When it comes to handwashing, most of us are doing it wrong, experts say.

#1 Tip for Preventing Colds and Flu: Wash Your Hands Right

Ask any doctor to tell you the number one trick to avoid catching a cold or flu virus and there’s just one answer: Wash your hands. But did you know it’s almost certain you’re not doing it right? That quick pass under the faucet with a dab of soap just isn’t going to do it when it comes to combating persistent germs.

Here’s the RIGHT way to wash your hands:

  1. Wet your hands – with warm water if possible – and apply a good dollop of soap. You don’t need antibacterial soap; regular soap is just as effective.
  2. Rub your hands together, really scrubbing them, both front and back and up over the wrists. Think of how you wash when you’ve got garden dirt or something sticky on your hands and wash them that way, even if they look clean.
  3. Rub under your nails; use a nail brush if possible.
  4. Time yourself: Sing happy birthday, twice through – this is the 15-20 seconds you need for a thorough wash. (Hint: This is a great trick to teach kids.)
  5. Rinse your hands well under running water.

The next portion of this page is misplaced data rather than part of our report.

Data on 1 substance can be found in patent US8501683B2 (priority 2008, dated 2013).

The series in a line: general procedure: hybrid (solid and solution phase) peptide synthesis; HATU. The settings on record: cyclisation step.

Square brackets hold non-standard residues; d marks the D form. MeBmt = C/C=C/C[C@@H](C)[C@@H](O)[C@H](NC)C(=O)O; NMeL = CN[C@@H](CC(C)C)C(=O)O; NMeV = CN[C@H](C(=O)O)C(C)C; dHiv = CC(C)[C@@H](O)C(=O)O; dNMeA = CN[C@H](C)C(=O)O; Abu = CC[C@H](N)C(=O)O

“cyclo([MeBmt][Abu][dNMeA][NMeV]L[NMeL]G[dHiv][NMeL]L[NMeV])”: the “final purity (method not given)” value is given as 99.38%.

6. Dry your hands using a paper towel or air dryer.
  7. If you’re drying with a paper towel, use the towel to turn off the faucet.
  8. Use the towel or your sleeve to avoid touching the door handle as you leave.

Can’t get to a sink? Use alcohol-based gel hand sanitizers or hand wipes instead. Carry one or both with you, and keep them in your car or purse. If you’re using a gel sanitizer, you don’t need to use water. The alcohol in the gel kills viruses and bacteria on your hands.

Here’s the RIGHT way to use antibacterial gel:

  1. Apply a nickel-size amount of product to the palm of one hand.
  2. Rub the gel over all over your hands and fingers for about 20 seconds.
  3. Keep rubbing until your hands are dry.

What about antibacterial wipes? Will they work to clean your hands? In a pinch, yes, at least until you can get to a sink. But what wipes are really good for is wiping down shopping cart handles, airplane tray tables, and other surfaces that many other people have touched. In one study, researchers found that 70 percent of shopping carts tested positive for food-borne bacteria. Most major grocery stores now provide wipes, but carry your own to be safe.

Melanie Haiken writes about health, wellness and fitness for national magazines and websites. She specializes in discovering and reporting the latest research on diet, nutrition, fitness, weight loss and other health-related topics. Her award-winning stories have appeared in Fitness, Shape, Health, Forbes, and other respected magazines. She also contributes health stories to numerous Kaiser Permanente newsletters and other publications.